The most common symptom of a primary bone tumour is pain which may be nonmechanical or night pain. The presence of bone pain at night should always be considered to be a “red flag” symptom leading to further investigation. The presence of bone swelling or a soft-tissue mass may occur later. The average duration of symptoms is 3 months although a history of 6 months or longer is not uncommon [1315]. The presence of pain or a palpable mass arising from any bone should cause concern and lead to further investigation of which a plain X-ray is the first investigation of choice. The presence of any of the following on the X-ray is suggestive, but not diagnostic of a bone tumour and should also lead to further investigation:
  • bone destruction,
  • new bone formation,
  • periosteal swelling,
  • soft tissue swelling.
Referral forms for the London Sarcoma Service can be found here.
The North of England Bone and Soft Tissue Tumour Service has a fax for urgent referrals: 0191 223 1328. A referral form for professionals can be found here.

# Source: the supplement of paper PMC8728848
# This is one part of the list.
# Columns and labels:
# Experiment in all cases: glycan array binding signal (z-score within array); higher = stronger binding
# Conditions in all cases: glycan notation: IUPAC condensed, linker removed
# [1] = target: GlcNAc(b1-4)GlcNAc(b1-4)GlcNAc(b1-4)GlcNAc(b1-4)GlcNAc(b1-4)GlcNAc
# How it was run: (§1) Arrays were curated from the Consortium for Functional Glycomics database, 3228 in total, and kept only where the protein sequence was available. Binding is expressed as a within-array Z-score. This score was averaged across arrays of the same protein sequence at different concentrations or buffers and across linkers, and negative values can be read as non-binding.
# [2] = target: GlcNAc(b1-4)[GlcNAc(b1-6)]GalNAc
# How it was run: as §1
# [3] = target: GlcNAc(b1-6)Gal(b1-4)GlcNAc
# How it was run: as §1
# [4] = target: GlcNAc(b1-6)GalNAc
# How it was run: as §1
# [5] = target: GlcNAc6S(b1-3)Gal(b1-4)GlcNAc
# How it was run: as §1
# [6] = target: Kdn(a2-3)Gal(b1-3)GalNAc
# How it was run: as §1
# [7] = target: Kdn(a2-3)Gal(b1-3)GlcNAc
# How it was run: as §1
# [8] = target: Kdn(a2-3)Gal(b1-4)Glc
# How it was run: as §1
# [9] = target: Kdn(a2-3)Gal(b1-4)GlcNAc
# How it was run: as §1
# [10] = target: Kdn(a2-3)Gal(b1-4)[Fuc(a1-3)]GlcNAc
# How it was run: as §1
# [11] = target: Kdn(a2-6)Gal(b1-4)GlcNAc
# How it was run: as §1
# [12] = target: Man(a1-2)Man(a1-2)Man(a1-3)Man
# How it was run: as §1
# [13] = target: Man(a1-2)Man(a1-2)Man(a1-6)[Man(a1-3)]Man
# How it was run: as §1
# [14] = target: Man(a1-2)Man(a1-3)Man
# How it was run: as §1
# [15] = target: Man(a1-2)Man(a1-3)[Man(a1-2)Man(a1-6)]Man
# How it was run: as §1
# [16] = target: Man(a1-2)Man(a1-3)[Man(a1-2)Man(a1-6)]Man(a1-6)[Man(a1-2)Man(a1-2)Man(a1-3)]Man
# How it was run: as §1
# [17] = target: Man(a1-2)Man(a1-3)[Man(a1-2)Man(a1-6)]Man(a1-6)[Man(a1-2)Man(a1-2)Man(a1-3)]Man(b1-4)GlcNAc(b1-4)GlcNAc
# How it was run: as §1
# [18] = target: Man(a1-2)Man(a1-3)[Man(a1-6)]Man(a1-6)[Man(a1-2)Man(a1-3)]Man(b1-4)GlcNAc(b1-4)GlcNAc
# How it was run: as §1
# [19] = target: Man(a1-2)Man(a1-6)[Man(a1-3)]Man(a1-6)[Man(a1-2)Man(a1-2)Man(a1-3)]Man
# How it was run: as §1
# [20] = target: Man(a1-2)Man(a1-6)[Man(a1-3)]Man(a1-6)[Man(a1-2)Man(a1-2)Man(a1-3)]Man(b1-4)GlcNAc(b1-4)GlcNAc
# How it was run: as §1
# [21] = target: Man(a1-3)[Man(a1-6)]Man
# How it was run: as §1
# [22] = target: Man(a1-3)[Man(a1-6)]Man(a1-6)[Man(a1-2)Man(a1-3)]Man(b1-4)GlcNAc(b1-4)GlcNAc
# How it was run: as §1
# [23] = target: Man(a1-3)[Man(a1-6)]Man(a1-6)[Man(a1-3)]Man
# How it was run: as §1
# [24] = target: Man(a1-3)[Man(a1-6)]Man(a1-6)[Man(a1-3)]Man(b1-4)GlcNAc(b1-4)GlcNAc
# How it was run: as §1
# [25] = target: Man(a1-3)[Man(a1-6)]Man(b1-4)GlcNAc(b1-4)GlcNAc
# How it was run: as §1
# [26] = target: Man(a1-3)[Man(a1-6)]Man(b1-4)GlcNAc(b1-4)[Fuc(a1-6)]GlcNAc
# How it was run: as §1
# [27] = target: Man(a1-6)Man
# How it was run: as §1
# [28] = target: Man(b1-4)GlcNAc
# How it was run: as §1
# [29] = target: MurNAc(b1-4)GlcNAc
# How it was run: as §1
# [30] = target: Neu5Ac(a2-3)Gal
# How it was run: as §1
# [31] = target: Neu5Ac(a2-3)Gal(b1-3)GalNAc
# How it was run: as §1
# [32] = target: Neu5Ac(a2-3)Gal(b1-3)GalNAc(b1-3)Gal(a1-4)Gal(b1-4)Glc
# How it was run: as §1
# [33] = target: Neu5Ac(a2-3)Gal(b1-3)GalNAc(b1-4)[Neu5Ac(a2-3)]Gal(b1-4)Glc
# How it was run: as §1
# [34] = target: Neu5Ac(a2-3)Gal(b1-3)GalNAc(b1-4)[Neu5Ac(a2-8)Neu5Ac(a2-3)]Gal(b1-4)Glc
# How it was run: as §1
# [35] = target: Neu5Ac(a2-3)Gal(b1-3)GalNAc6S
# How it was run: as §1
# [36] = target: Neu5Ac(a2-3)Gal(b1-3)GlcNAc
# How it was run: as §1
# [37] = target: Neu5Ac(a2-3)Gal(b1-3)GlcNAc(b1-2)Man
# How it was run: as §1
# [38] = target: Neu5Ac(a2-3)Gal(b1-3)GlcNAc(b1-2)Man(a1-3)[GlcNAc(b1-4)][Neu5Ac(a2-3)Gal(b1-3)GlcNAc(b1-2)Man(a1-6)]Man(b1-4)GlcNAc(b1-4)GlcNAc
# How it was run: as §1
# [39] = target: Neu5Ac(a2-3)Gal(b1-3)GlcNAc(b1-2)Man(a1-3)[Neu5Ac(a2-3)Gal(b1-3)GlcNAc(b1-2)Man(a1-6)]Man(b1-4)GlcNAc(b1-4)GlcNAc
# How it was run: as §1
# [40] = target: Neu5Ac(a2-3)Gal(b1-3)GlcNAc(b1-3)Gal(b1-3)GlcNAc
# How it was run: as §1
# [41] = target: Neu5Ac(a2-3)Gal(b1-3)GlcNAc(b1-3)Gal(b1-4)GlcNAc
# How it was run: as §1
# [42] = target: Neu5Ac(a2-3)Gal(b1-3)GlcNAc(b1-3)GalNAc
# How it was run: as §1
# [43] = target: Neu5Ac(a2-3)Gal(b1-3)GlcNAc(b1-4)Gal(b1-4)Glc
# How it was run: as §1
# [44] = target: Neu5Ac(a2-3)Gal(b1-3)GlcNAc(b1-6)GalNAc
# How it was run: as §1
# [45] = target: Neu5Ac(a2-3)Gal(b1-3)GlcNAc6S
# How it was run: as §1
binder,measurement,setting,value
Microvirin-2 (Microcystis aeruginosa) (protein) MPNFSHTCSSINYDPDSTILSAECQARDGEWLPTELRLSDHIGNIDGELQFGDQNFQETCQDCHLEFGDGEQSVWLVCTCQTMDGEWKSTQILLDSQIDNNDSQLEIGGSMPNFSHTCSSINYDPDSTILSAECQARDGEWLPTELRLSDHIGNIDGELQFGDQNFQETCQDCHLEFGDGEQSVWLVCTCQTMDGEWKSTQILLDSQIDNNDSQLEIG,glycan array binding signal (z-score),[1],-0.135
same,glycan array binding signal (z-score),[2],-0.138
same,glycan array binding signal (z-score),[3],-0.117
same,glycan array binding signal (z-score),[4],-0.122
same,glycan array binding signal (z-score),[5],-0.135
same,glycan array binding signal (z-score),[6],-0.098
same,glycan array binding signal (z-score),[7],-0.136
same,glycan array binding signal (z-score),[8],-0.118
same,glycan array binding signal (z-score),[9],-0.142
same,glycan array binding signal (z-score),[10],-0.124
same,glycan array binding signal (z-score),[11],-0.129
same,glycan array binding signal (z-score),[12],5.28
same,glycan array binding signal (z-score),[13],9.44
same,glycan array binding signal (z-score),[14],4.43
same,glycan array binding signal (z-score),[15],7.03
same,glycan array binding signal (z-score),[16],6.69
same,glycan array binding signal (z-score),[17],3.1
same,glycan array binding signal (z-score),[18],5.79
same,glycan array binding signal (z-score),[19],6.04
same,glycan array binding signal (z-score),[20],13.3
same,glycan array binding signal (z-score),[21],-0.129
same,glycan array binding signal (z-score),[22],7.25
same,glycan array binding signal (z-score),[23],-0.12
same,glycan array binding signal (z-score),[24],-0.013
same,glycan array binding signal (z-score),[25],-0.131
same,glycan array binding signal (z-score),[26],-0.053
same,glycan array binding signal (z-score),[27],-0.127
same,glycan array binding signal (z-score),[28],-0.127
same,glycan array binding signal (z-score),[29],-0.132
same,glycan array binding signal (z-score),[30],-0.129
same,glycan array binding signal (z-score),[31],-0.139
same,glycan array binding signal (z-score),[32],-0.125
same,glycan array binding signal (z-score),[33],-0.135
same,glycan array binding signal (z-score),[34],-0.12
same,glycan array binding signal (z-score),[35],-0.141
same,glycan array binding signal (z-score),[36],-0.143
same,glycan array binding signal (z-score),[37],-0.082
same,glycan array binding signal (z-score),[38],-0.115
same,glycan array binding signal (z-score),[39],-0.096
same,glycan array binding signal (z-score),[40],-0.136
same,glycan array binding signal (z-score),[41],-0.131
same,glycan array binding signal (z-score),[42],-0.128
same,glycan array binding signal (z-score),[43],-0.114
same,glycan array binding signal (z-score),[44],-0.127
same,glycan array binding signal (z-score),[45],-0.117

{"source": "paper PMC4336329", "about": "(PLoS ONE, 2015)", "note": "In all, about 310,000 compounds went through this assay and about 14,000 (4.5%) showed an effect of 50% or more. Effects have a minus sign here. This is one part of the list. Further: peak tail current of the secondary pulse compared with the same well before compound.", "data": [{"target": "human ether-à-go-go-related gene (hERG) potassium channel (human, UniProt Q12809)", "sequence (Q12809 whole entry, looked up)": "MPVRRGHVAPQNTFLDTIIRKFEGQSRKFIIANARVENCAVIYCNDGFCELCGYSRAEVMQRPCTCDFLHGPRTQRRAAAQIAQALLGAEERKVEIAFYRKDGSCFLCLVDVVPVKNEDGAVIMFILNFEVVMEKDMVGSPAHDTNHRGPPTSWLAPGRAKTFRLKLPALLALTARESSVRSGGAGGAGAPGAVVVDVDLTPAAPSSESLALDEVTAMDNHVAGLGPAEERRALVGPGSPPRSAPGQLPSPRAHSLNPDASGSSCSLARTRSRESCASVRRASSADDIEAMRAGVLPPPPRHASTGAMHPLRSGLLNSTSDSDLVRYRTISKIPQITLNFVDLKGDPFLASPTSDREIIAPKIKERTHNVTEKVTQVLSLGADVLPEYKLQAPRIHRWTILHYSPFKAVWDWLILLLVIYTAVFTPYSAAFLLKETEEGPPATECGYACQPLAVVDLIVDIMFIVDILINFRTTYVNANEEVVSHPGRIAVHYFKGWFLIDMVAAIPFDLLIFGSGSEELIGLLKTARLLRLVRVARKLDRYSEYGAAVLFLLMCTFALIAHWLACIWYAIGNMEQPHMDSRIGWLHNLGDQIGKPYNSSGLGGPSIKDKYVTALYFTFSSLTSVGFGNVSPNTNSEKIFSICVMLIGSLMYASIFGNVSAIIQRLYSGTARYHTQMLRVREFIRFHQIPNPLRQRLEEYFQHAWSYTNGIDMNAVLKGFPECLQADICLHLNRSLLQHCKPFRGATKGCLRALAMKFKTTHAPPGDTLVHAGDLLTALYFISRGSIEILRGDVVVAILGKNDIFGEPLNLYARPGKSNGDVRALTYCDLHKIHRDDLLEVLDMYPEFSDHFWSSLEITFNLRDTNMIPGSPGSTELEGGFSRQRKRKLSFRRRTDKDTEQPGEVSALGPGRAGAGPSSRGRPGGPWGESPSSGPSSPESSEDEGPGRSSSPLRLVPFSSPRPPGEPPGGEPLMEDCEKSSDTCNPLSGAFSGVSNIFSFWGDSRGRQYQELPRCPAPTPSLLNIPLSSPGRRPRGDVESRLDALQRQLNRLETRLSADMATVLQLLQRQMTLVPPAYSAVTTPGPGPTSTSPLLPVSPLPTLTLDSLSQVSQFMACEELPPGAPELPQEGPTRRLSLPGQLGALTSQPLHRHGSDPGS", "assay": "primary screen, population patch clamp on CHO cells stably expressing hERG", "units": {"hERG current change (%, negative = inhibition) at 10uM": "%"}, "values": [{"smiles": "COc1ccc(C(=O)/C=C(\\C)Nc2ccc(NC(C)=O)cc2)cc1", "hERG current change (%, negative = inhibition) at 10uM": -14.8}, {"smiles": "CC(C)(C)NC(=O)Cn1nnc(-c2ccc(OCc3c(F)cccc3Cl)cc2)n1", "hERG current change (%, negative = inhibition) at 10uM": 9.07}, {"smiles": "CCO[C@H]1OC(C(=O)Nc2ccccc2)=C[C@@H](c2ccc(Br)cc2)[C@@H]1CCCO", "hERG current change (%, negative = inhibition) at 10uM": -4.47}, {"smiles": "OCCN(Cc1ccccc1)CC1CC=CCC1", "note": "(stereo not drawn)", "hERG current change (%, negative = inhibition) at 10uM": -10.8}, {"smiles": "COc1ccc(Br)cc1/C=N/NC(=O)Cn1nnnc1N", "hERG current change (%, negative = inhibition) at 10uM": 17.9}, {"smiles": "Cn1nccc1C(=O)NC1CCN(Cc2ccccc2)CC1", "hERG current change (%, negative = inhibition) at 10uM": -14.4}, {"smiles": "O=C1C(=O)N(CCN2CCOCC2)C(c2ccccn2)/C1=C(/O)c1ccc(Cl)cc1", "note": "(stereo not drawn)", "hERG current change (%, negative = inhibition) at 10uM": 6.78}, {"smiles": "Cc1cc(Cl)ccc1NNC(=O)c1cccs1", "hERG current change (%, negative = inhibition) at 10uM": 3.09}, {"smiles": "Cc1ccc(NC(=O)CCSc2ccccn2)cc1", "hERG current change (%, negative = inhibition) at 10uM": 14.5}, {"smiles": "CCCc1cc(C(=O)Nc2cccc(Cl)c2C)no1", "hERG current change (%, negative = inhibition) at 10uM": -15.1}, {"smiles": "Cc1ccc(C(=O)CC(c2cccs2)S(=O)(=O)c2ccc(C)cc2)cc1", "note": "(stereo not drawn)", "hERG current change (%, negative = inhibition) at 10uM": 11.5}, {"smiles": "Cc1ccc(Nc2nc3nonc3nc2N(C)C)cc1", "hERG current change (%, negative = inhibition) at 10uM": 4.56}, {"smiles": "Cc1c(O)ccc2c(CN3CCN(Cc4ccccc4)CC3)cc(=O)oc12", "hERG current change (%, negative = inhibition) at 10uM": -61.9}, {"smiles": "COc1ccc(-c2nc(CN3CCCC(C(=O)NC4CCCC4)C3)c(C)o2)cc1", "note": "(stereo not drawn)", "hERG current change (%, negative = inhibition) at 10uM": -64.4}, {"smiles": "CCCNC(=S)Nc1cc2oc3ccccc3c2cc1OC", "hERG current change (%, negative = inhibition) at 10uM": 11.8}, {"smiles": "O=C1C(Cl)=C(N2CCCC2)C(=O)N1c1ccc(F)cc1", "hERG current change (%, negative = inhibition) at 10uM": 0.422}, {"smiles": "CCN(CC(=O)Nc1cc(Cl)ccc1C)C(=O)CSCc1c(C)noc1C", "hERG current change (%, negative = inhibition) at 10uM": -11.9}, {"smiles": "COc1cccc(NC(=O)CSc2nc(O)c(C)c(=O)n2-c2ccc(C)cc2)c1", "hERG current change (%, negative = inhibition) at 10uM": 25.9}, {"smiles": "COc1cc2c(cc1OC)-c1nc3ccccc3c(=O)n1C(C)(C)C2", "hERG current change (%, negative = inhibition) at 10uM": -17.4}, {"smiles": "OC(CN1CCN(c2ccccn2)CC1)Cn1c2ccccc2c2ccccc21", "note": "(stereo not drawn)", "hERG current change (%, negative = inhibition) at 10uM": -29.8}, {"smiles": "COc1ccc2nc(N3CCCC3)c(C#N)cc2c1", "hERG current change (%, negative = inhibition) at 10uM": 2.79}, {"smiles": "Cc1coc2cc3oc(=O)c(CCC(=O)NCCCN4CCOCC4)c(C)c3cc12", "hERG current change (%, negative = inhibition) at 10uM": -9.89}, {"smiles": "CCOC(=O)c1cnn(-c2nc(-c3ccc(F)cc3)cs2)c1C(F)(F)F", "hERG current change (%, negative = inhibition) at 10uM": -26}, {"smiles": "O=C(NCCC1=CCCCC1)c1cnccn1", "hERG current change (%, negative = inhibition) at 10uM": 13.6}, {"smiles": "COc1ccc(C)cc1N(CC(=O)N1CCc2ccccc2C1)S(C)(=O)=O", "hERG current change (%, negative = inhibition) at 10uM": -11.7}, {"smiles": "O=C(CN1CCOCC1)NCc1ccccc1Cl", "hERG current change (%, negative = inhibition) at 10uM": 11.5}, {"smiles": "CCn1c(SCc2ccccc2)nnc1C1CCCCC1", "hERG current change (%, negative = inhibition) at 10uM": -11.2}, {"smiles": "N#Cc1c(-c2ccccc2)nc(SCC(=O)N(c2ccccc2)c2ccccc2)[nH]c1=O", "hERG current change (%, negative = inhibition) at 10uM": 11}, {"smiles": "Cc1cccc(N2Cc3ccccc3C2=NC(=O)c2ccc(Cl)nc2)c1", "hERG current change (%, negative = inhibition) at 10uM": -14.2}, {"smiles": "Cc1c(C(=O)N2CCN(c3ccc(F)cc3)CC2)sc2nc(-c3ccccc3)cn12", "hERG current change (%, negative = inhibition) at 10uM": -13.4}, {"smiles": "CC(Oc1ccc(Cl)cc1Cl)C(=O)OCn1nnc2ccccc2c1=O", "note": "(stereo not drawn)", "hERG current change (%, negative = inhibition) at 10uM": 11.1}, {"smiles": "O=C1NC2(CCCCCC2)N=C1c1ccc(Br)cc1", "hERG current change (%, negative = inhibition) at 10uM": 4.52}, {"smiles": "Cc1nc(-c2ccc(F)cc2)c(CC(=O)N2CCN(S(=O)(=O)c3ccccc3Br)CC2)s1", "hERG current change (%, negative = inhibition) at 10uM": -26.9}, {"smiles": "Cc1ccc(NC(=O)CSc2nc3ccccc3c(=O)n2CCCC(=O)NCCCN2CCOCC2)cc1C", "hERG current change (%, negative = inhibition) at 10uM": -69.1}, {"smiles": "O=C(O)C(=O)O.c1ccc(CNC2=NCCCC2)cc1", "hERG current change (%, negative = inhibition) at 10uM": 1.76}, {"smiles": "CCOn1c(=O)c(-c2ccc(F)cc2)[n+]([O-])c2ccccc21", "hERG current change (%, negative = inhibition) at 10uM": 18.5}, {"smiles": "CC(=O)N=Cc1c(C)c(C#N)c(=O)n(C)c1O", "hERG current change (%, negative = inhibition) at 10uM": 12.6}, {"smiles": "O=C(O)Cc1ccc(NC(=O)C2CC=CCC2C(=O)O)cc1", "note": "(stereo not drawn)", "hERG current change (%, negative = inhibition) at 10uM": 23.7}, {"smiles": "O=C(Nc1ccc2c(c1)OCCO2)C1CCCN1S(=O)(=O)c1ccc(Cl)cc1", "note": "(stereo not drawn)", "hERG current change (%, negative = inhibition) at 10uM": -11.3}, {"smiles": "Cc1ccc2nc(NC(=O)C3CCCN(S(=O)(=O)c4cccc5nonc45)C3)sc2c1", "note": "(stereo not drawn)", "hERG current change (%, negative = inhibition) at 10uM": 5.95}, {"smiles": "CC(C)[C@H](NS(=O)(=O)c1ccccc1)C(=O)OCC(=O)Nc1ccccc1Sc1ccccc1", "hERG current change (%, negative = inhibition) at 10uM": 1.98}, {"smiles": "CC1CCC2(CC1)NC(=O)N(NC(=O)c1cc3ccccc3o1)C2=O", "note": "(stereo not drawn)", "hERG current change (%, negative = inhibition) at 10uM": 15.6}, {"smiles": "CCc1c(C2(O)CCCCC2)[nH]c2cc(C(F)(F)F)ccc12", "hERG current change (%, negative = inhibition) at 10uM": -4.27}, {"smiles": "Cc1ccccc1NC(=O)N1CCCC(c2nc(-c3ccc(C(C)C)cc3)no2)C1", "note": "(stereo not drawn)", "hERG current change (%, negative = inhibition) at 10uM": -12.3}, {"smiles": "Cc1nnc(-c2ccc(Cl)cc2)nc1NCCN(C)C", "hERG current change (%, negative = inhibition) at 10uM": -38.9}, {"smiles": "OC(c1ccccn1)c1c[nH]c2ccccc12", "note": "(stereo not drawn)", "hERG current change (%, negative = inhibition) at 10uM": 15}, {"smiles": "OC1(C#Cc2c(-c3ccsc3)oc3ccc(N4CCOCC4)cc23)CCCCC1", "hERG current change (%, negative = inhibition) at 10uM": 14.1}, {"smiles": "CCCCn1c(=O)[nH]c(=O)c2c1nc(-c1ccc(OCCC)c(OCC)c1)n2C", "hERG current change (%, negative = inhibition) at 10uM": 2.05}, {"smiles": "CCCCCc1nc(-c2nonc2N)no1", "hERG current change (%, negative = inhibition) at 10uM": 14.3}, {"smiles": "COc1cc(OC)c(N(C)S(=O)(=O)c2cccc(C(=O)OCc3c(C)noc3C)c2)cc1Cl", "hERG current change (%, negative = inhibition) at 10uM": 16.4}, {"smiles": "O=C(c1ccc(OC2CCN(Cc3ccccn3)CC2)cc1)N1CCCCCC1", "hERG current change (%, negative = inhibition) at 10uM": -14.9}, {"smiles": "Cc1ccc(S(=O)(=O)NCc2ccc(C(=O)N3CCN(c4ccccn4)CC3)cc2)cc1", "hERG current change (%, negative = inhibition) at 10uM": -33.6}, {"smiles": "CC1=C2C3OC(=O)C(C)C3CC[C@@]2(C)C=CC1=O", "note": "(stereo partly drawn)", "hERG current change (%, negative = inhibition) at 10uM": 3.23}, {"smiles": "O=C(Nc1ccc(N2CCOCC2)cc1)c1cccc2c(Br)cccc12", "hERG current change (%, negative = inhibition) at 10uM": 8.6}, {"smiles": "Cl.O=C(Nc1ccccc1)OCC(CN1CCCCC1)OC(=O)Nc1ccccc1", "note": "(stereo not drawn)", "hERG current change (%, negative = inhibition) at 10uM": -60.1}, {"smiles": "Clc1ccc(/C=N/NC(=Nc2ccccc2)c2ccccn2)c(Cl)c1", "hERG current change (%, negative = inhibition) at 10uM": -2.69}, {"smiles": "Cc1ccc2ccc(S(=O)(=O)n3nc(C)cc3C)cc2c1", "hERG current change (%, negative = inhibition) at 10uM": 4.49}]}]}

References UK guidelines for the management of bone sarcomas. NICE referral guidelines for suspected cancer 2005

Neurofibromatosis Type 1

Neurofibromatosis 1 (NF1) is a common, inherited autosomal dominant disease

The birth incidence is between 1 in 2,500 and 1 in 3,000, with about half being the first in their families to be affected.

Diagnostic criteria are that you need two or more of the following:

  • 6 or more cafe au lait macules (>0.5 cm in children and 1.5cm in adults)
  • 2 or more cutaneous/subcutaneous neurofibromas or 1 plexiform neurofibroma
  • axillary or groin freckling
  • optic pathway glioma
  • 2 or more Lisch nodules